TLT co-funded researcher at Harvard Uni tackles Pseudomonas aeruginosa resistance
Pseudomonas aeruginosa infections are the leading cause of mortality for cystic fibrosis (CF) patients . Work over the past decade has demonstrated that the danger of P. aeruginosa infections rests not only in this bacterium’s genetic resistance to many antibiotics, but also in its propensity to live in a biofilm. P. aeruginosa biofilms comprise a mixture of metabolically active and dormant cells encased by a self-produced exopolymer matrix. The biofilm matrix has a drastic therapeutic consequence, magnifying the minimum inhibitory concentrations of antibiotics as much as 1000-fold when compared with free-living P. aeruginosa. Improved strategies to treat and clear chronic P. aeruginosa infections must therefore overcome this protective exopolymeric barrier. Importantly, while many factors contributing to P. aeruginosa have been identified – including quorum sensing molecules, the secondary messenger cyclic-di-GMP, and genes responsible for making matrix – the mechanisms by which these diverse components interact to establish a biofilm state are largely mysterious.
To address the gaps in the current understanding of P. aeruginosa biofilm development, our studies have focused on uncovering novel components and interactions involved in Pseudomonas aeruginosa biofilm formation, maintenance, and disassembly. Our approach has been unique in that we developed and implemented a new screen, based on biofilm morphology, which lends itself to the recognition of subtle biofilm phenotypes. We conducted a transposon mutagenesis screen using a P. aeruginosa strain background in which the biofilm-inhibitory gene amrZ was deleted. We have completed collecting and analyzing the biofilm morphologies of this transposon library and know the locations of the transposon insertions for the 62 mutants we selected using this screen.
The results of our screen include well-known biofilm-related genes, thus validating our method. Our results also include uncharacterized genes as well as annotated genes whose roles in biofilm formation are unclear. For both of these classes of results, we have constructed strains with directed mutations (deletions, complementations, and/or overexpressions) to verify the biofilm functions of the loci we have uncovered. The biofilm phenotypes of these genes have been confirmed by a qualitative morphological screen as well as by a quantitative Congo Red-binding assay, a standard read-out of structured biofilm formation.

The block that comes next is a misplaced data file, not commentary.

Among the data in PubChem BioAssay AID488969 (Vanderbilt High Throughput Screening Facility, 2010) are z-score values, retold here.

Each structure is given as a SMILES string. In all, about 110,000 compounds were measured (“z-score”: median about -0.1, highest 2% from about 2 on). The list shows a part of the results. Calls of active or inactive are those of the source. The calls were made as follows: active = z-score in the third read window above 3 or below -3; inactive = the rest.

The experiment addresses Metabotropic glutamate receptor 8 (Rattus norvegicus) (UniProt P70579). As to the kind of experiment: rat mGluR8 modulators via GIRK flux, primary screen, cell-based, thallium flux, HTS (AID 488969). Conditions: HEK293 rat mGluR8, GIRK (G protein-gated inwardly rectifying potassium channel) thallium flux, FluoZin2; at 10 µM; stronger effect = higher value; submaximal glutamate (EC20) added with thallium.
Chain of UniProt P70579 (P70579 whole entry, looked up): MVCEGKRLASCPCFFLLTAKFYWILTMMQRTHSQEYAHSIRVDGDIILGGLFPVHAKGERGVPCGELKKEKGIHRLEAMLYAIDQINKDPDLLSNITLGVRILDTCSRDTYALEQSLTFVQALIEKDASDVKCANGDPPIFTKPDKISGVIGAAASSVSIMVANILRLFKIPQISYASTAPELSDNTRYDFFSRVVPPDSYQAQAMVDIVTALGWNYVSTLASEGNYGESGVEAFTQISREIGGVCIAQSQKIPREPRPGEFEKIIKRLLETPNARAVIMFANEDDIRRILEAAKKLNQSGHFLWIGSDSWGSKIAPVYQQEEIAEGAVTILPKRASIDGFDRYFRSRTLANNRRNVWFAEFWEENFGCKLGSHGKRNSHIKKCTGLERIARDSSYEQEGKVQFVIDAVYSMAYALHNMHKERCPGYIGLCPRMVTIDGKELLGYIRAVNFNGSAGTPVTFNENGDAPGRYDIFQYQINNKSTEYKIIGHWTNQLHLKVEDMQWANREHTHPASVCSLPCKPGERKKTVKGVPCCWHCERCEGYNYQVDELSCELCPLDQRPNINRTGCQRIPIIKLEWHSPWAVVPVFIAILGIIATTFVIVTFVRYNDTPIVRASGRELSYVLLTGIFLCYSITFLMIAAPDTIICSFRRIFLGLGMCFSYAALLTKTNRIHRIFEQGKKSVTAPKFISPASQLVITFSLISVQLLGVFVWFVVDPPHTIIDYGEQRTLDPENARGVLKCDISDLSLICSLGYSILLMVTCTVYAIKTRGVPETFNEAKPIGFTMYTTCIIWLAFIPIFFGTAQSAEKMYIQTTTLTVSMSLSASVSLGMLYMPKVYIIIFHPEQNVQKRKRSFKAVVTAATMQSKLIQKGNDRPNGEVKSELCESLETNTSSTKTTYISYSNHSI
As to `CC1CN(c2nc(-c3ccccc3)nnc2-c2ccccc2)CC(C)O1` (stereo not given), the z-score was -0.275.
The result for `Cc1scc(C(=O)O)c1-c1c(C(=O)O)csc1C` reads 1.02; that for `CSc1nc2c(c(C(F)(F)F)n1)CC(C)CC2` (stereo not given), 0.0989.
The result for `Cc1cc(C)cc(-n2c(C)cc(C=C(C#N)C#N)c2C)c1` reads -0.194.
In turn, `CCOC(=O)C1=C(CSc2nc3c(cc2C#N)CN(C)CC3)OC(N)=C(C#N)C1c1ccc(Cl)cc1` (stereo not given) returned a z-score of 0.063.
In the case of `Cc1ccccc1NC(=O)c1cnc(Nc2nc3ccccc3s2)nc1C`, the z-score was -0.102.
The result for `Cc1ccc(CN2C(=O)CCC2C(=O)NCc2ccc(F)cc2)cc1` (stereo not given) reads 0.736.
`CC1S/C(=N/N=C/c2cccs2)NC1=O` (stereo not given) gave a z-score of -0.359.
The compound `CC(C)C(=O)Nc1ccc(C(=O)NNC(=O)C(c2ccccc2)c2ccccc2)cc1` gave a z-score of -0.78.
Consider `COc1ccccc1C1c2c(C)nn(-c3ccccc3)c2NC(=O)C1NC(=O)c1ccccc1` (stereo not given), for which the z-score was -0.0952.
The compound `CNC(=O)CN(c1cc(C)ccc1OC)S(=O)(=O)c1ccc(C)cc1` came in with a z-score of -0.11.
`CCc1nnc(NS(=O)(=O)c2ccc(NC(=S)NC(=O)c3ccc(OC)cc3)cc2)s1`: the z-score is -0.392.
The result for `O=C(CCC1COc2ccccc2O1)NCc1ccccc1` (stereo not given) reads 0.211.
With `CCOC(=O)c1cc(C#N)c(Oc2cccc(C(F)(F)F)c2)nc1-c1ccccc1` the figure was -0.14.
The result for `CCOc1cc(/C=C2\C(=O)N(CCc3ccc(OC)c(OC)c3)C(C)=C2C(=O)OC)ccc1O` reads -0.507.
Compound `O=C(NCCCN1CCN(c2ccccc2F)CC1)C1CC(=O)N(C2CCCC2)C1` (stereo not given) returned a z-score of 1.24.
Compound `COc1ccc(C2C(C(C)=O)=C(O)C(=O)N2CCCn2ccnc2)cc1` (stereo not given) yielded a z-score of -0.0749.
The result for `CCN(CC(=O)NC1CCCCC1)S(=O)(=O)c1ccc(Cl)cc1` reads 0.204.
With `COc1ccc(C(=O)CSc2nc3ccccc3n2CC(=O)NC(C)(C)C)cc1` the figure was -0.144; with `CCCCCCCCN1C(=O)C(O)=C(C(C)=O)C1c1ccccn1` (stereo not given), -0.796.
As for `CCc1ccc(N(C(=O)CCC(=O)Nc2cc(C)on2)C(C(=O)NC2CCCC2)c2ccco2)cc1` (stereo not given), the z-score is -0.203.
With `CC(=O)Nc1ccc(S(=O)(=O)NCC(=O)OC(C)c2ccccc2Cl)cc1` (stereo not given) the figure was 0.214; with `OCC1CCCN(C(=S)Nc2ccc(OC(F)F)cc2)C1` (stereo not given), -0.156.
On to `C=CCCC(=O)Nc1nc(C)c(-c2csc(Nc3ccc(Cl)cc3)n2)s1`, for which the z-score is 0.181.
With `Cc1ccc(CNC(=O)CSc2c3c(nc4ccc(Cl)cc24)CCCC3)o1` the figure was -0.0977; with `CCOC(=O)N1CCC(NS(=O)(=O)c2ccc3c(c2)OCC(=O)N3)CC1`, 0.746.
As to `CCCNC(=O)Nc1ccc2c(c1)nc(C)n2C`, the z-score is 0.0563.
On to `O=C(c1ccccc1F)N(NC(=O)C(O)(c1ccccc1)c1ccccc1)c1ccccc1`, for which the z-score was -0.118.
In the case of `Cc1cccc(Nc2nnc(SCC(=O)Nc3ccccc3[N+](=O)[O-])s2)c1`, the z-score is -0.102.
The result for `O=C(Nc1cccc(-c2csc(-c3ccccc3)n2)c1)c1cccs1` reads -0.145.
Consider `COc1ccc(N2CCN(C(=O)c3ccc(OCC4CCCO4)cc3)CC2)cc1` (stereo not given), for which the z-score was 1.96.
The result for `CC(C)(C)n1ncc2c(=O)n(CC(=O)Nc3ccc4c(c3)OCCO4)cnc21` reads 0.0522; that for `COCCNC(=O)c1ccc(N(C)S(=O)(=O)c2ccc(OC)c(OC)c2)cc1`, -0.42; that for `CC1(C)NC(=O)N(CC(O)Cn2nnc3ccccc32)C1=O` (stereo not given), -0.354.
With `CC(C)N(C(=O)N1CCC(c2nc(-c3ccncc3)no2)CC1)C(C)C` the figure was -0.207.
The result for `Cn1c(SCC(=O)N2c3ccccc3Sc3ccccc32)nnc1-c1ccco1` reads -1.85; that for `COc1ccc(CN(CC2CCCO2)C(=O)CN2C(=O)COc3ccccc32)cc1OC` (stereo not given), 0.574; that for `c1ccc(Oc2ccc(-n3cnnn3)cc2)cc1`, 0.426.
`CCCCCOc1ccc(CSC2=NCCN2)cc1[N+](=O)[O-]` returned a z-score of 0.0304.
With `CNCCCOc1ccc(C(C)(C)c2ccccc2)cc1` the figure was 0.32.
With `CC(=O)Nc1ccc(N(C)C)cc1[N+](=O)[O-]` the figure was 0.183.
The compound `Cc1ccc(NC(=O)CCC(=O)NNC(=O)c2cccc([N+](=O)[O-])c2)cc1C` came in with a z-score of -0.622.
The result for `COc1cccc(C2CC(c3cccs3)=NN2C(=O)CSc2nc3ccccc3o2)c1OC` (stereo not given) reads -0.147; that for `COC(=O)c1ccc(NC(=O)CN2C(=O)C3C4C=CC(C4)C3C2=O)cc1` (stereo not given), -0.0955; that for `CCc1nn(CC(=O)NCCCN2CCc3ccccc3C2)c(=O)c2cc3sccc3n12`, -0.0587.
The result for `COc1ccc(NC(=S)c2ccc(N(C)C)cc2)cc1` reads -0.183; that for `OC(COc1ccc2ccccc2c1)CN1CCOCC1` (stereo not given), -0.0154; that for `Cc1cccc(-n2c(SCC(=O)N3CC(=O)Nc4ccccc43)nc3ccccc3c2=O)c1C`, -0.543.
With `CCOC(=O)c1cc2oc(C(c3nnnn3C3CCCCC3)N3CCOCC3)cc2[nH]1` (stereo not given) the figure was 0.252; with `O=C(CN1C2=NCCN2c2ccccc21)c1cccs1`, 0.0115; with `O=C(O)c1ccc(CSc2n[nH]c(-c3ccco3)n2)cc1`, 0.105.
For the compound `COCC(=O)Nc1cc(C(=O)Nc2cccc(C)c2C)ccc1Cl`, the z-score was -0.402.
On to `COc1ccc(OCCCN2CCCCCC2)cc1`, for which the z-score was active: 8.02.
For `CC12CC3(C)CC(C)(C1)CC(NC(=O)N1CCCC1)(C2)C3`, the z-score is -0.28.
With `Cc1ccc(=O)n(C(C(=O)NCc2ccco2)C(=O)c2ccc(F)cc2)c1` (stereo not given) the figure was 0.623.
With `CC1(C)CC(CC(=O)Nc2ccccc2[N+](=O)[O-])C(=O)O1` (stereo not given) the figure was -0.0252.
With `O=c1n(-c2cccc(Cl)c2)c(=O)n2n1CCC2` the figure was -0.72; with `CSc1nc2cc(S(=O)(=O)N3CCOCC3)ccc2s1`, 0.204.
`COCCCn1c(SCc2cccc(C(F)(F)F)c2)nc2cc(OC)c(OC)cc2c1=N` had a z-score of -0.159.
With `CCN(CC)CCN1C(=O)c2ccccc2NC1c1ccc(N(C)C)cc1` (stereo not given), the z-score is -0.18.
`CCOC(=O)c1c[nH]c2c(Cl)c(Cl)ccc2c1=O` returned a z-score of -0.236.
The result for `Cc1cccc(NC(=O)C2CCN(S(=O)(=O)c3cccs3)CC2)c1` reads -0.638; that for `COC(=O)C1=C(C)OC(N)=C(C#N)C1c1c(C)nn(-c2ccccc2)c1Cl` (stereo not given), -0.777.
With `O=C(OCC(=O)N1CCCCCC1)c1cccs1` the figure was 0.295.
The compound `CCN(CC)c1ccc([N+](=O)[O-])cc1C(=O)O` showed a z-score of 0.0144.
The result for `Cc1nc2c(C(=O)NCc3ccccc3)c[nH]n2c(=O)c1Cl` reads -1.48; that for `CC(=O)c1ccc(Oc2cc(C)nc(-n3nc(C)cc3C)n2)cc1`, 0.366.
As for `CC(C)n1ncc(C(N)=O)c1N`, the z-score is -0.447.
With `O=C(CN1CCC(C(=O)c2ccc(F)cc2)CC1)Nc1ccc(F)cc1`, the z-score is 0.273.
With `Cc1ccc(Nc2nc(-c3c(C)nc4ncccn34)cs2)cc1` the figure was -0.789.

Our group is currently focused on uncovering the mechanisms of action of two uncharacterized genes identified through our transposon mutagenesis screen. The first gene encodes a putative TetR transcriptional repressor that has been previously implicated in quorum sensing. Uncovering the mechanism of this protein may not only reveal its specific role in biofilm formation, but it may also elucidate how quorum sensing components may be leveraged for future anti-biofilm treatments.
Our second gene of interest is a hypothetical protein with structural similarity to a known P. aeruginosa cyclic-di-GMP-binding protein. Cyclic-di-GMP levels are positively correlated with biofilm formation, though the precise signaling pathways by which this secondary messenger regulates biofilm formation remain unknown. By identifying the localization and interaction partners of this putative cyclic-di-GMP-binding protein, we may be able to shed more light on the mechanisms driving biofilm formation in P. aeruginosa and find new targets for anti-biofilm compounds.
Our future directions are targeted to understanding the biochemistry of the two aforementioned genes as well as several other candidates from our transposon mutagenesis screen. Among these efforts, we plan to measure and compare the intracellular cyclic-di-GMP levels of our mutants. We also plan to implement pull-down assays, followed by mass spectrometry, to identify protein-protein interactions and complexes. Overall, our goal is to combine our genetic manipulations of P. aeruginosa with biochemical analyses to yield a more refined picture of the P. aeruginosa biofilm formation process and facilitate the development of treatments for P. aeruginosa infections.
1. Kirov et al. (2007) Microbiology. 153, 3264-74.
2. Foweraker. (2009) Br Med Bull. 89, 93-110.
3. Hill et al. (2005) J Clin Microbiol. 43, 5085-90.
4. Ellis T.E. et al. (2010) Infec and Immunity. 78(9), 3822-3831.
5. The Leeds Method of Management (2008) Intravenous antibiotics and Pseudomonas aeruginosa. Available from http://www.cysticfibrosismedicine.com